In 1892, the Adirondack Park was created by the legislature and defined in law as a “blue line,” hence the language we use today when we talk about something being inside or outside of the Blue Line.

Following the creation of the Forest Preserve and the Adirondack Park, it quickly became apparent that the legislative protection afforded to the Forest Preserve by the original 1885 law was insufficient to truly protect the resources in the two preserves and legislators began working on a constitutional amendment which would permanently protect the Forest Preserve lands as Forever Wild.

In November of 1894, an amendment to the New York State Constitution went before voters and was passed by the citizens of New York. In part, the Amendment stated that “The lands of the state, now owned or hereafter acquired, constituting the forest preserve as now fixed by law, shall be kept as wild forest lands. They shall not be leased, sold or exchanged, or be taken by any corporation, public or private, nor shall the timber thereon be sold, removed or destroyed.” This amendment took effect on January 1, 1895 and the Forest Preserve lands of the Catskills and Adirondacks were permanently protected as Forever Wild Forest Preserve lands.

Following the creation of the Adirondack Park and the constitutional amendment providing further protection to the Forest Preserve, the Catskill Park was created by the New York State Legislature in 1904. Over the years since 1904, the Forest Preserve and the Catskill Park have grown, with the Catskill Park now comprising approximately 700,000 acres, about half of which is public Forest Preserve.

All of the public land owned by the State is open to the public for hiking, camping, fishing and hunting. Private land access is variable and it depends on the landowner. However, most trailheads are located on public land, so as long as you stay on marked trails, you will not run into any problems. The New York-New Jersey Trail Conference publishes the most comprehensive map set for the Catskills - Catskill Trails - which provides detail on all of the Park's hiking trails.

The State owned public lands in the Catskills are broken down into various management units and depending on their size and location, managed as either Wild Forest or Wilderness Areas. Some of those areas include the Hunter Mountain Wild Forest and the Westkill Mountain Wilderness Area.

You can camp anywhere in the Forest Preserve so long as you are at least 150 feet from any open water (streams, creeks, rivers and lakes), 150 feet from any trail, 150 feet from any road and below 3500 feet (and it hasn't been posted as a no camping area). Elevations above 3500 feet are more fragile high mountain habitats and thus camping is prohibited above this elevation.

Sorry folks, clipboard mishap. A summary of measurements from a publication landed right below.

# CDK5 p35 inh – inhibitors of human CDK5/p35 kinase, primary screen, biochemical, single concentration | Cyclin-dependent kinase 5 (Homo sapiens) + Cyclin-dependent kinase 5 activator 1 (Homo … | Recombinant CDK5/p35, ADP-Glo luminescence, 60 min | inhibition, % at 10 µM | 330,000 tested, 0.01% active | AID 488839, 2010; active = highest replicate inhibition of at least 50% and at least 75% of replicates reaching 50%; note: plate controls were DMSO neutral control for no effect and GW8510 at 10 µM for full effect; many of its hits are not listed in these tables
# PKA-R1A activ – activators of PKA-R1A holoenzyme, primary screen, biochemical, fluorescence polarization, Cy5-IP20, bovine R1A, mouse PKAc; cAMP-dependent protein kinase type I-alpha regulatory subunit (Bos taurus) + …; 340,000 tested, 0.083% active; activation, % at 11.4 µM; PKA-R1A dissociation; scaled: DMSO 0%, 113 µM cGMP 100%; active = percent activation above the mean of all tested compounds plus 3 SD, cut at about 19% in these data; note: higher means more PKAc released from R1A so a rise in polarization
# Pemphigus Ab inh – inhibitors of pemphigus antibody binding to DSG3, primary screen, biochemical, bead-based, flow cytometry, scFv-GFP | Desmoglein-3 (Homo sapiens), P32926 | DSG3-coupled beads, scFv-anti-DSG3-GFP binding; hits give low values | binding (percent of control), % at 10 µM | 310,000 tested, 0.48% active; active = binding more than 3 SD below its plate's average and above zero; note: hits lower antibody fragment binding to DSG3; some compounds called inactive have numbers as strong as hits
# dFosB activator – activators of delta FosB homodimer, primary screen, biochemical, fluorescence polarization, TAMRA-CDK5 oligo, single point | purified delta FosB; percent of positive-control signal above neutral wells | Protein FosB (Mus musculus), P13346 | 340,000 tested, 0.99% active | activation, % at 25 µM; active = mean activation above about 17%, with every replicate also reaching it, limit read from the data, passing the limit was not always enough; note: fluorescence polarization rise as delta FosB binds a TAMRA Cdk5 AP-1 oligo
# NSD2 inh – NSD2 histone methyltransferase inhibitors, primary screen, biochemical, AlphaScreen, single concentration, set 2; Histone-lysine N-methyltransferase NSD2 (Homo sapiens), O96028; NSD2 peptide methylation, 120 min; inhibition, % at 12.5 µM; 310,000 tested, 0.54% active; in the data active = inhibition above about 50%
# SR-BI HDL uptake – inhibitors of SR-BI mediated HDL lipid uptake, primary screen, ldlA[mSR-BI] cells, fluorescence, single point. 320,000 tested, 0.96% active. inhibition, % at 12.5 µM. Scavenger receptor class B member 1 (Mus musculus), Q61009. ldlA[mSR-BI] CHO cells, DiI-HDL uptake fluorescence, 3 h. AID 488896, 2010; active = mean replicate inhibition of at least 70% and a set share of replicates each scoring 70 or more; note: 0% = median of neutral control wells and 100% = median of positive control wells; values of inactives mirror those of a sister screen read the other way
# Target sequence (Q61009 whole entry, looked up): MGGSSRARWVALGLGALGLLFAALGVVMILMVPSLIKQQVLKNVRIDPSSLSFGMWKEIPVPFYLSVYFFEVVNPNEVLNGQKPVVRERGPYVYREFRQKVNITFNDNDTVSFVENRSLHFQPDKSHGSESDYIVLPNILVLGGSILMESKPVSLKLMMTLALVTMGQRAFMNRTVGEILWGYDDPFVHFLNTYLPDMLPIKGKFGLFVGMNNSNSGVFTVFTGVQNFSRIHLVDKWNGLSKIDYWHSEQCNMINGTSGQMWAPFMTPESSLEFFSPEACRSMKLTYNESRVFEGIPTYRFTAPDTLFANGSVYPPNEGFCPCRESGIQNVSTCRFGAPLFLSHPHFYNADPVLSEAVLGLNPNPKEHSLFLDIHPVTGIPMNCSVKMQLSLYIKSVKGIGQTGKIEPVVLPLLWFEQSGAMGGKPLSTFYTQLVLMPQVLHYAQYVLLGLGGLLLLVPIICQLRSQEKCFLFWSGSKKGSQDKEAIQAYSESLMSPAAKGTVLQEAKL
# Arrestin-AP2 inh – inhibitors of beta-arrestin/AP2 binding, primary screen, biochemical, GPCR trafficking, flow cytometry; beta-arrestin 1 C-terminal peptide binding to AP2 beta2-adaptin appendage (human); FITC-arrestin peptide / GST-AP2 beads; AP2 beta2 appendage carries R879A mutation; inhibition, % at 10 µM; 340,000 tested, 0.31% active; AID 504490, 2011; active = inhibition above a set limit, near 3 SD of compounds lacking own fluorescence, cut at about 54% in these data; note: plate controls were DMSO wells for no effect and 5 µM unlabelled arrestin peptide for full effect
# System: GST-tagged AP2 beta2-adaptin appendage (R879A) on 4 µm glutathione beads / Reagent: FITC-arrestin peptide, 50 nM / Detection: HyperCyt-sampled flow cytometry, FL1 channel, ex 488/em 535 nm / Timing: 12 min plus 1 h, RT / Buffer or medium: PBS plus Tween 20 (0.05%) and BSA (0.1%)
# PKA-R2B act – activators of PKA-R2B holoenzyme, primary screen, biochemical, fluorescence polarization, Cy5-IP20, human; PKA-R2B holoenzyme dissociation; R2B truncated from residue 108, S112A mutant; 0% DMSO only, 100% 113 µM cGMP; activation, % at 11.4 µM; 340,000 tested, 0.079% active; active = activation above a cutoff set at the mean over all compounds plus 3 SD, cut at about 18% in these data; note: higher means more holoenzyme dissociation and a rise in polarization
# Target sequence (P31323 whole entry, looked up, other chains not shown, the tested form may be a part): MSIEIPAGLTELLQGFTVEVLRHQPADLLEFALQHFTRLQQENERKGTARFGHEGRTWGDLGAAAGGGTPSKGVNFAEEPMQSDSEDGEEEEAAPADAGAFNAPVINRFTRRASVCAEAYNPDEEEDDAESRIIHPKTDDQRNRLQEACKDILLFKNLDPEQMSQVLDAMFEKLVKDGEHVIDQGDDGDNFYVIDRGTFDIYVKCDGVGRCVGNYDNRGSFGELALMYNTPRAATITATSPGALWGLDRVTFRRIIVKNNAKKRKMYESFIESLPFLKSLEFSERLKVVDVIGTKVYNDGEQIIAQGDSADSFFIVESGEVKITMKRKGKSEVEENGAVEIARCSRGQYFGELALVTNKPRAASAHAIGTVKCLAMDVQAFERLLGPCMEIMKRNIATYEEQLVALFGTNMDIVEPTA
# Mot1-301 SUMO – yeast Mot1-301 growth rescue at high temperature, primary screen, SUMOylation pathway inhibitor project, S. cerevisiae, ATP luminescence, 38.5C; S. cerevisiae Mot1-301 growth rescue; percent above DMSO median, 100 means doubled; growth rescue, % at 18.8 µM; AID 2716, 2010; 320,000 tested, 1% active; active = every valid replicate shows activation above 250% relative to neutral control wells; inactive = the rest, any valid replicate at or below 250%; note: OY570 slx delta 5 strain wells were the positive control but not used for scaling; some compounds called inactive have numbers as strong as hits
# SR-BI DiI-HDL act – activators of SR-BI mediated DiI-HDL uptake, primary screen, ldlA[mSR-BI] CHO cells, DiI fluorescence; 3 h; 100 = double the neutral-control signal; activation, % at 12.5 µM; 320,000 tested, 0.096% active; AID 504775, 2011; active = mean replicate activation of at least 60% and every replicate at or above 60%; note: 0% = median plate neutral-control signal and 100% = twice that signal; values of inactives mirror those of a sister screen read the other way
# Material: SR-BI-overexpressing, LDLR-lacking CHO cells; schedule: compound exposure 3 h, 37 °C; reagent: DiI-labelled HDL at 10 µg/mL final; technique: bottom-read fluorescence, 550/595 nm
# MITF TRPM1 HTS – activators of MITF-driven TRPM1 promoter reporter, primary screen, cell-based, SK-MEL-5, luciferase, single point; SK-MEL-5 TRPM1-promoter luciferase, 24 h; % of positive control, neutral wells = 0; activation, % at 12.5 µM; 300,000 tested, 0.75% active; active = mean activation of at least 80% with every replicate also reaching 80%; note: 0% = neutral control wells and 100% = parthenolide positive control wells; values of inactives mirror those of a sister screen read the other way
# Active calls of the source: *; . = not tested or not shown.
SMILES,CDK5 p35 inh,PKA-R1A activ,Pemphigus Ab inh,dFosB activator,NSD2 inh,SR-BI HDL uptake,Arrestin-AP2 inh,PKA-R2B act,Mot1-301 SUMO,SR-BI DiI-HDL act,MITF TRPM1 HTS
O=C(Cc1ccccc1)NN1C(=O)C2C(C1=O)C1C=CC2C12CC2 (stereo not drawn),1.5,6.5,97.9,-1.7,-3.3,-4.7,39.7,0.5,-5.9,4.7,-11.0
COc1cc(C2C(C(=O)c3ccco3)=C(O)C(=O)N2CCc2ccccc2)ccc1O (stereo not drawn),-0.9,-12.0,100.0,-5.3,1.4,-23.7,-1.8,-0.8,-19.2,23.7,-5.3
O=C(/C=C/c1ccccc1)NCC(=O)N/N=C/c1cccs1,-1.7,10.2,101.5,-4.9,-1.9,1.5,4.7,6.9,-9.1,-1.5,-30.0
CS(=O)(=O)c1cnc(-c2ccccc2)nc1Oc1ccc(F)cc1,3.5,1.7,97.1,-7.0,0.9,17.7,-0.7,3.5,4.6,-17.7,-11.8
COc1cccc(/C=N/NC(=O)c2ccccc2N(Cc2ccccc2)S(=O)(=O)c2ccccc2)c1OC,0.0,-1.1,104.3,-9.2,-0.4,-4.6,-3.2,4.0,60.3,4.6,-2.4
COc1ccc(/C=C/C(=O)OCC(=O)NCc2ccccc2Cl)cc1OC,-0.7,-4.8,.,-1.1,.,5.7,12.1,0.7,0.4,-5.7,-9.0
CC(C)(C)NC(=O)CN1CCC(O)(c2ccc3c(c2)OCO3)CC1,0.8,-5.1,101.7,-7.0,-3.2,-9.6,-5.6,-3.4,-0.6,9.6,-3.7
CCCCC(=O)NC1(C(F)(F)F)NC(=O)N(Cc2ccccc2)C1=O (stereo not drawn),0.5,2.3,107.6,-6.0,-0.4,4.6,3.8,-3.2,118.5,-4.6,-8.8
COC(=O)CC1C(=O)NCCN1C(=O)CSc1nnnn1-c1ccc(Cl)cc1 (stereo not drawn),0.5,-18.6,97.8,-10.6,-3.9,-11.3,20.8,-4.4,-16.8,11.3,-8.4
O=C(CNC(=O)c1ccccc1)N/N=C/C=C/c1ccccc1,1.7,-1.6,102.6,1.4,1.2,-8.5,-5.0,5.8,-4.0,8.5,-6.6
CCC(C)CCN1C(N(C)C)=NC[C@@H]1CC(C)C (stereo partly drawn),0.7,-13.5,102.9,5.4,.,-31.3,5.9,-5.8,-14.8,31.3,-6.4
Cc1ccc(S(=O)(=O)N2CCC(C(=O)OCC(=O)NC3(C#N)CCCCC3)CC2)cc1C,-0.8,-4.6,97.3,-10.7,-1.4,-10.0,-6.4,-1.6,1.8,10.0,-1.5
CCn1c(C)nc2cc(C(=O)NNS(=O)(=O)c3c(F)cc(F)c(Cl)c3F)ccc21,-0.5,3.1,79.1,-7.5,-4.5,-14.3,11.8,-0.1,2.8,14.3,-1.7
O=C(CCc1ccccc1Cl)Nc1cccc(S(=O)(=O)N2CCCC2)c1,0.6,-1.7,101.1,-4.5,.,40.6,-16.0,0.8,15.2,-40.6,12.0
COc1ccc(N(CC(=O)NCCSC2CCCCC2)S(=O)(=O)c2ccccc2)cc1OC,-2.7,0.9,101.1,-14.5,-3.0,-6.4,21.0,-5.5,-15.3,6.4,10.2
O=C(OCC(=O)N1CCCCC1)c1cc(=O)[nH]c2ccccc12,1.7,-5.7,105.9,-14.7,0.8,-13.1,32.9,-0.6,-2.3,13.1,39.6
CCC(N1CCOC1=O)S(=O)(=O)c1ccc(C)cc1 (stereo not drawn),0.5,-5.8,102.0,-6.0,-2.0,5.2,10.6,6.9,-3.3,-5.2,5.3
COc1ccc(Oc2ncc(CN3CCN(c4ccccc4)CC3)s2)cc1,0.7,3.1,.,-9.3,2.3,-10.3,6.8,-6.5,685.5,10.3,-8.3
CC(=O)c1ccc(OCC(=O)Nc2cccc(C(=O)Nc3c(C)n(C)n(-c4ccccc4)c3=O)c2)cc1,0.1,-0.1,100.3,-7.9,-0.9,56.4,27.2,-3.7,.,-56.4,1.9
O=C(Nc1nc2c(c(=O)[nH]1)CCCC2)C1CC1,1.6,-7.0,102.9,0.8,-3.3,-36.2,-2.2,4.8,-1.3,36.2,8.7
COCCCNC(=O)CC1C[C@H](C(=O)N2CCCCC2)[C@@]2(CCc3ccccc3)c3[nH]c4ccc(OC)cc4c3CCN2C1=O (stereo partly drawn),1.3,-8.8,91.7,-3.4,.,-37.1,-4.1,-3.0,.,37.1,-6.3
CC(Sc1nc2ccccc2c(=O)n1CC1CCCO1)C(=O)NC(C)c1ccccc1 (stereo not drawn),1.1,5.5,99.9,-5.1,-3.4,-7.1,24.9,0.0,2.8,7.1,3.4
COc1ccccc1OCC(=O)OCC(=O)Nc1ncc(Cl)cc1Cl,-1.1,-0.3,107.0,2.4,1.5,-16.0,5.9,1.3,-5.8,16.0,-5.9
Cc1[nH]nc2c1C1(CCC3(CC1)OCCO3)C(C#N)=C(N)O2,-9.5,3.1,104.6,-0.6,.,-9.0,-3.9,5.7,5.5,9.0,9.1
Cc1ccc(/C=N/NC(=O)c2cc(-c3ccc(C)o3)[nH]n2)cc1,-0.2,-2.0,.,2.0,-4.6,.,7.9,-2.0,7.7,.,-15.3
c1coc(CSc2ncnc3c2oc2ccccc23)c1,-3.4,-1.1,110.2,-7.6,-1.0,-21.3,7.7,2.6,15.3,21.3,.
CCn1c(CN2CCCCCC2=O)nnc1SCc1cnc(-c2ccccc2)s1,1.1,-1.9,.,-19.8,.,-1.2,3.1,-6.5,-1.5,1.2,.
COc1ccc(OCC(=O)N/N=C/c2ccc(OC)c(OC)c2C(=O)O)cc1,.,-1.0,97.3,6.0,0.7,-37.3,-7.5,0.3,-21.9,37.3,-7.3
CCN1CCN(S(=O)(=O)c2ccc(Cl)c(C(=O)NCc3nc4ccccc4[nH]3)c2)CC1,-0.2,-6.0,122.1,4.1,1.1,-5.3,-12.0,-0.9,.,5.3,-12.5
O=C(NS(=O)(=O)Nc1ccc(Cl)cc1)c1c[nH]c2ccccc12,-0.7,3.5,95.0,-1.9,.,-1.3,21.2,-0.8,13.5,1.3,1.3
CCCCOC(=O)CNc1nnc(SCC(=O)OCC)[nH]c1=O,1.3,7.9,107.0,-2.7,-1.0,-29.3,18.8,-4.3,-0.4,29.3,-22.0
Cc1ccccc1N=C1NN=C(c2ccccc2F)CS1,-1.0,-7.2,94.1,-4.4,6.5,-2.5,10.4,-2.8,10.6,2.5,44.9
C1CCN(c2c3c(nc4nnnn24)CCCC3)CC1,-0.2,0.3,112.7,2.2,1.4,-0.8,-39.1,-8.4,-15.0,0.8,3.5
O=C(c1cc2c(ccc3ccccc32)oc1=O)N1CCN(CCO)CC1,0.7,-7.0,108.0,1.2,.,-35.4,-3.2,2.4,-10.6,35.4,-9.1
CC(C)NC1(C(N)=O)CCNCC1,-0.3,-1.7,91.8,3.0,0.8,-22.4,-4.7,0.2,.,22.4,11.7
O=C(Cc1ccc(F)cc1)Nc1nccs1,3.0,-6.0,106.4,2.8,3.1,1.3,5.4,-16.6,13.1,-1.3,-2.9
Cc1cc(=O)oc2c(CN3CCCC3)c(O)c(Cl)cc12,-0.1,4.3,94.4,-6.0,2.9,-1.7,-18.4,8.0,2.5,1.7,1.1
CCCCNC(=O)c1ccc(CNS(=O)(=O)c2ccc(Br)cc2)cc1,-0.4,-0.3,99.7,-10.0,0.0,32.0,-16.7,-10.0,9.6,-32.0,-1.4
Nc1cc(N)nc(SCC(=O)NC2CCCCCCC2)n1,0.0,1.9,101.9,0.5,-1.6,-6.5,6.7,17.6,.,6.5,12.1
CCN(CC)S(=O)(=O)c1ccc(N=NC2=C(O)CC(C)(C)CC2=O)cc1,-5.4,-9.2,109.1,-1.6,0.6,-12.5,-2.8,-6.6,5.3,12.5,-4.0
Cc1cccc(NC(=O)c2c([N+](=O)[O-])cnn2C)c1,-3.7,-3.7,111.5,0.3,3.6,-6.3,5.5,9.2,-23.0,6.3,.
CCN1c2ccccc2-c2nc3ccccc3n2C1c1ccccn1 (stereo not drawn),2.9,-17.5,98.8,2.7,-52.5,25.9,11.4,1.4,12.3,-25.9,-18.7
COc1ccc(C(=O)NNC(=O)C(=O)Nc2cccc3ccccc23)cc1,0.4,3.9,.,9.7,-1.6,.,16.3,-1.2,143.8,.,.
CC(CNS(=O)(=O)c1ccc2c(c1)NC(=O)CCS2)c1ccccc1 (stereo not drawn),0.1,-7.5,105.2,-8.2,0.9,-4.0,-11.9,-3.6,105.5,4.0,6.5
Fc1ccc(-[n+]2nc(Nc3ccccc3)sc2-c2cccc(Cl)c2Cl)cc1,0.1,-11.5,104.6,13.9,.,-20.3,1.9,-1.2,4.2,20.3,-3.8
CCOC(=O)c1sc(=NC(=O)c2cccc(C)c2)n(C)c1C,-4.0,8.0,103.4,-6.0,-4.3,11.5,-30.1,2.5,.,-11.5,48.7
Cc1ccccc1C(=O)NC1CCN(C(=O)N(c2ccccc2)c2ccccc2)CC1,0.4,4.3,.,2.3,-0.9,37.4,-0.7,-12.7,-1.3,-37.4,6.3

There are several state run campgrounds through the Catskills. Two of the most popular are North and South Lake Campground and Woodland Valley Campground. Both provide great access to the rest of the Catskills with North and South Lake in Haines Falls, providing easy access to the northeast Catskills and Woodland Valley near Phoenicia, providing good access to the south-central Catskills. Another state campground is the Devil's Tombstone Campground and Day-Use Area located in Stony Clove Notch about halfway between the Towns of Hunter and Phoenicia. These campgrounds provide basic services, but do not have electricity or water available at the sites.

Hiking in the Catskills

If you are looking for some day hikes, the majority of the Catskills are available to you to explore.  Some great day hikes include the various mountains of the Devil's Path Range (Indian Head, Twin, Sugarloaf, Plateau, Hunter & Westkill). These mountains are located in the northern portion of the park and all have maintained trails over them. There are several different trips that you can make and depending on the location, offer the potential to make loop trips so you don't need to backtrack what you've already hiked. Further to the northeast there is the Blackhead Range near the Town of Windham.  In the south, the Catskill Mountains tallest peak, Slide Mountain is a great day trip, as are Wittenberg and Cornell, two mountains near Slide.  Even further south and west are the trails and ponds of the Willowemoc Wild Forest.  In this family friendly hiking area you will find easier trails that visit a number of small ponds and lakes.

If you aren't looking so much for mountain climbing and instead just want some great scenery, there are several trails that offer this. The Escarpment Trail, running along the eastern edge of the Catskill Mountains doesn't climb or descend too much, but it offers stunning views across the Hudson Valley almost constantly. The Dutcher Notch Trail offers a walk through mostly levels woods to some stunning fields and a quiet, wilderness notch. Trails in the more western parts of the Catskills are also gentler, as the mountains out there are more rolling and generally lower than they are in the east. The hike up to the base of Kaaterskill Falls is short, though it is a bit rugged. However, you are rewarded with a view of the highest waterfall in New York State when you reach the end of the trail.  New trails are being designed and built every day through the hardwork of many regional organizations including the New  York-New Jersey Trail Conference, the Catskill Mountain Club.  These new trails include miles of backcountry trails, but also new trails such as the Shavertown Trail on New York City lands near the reservoirs.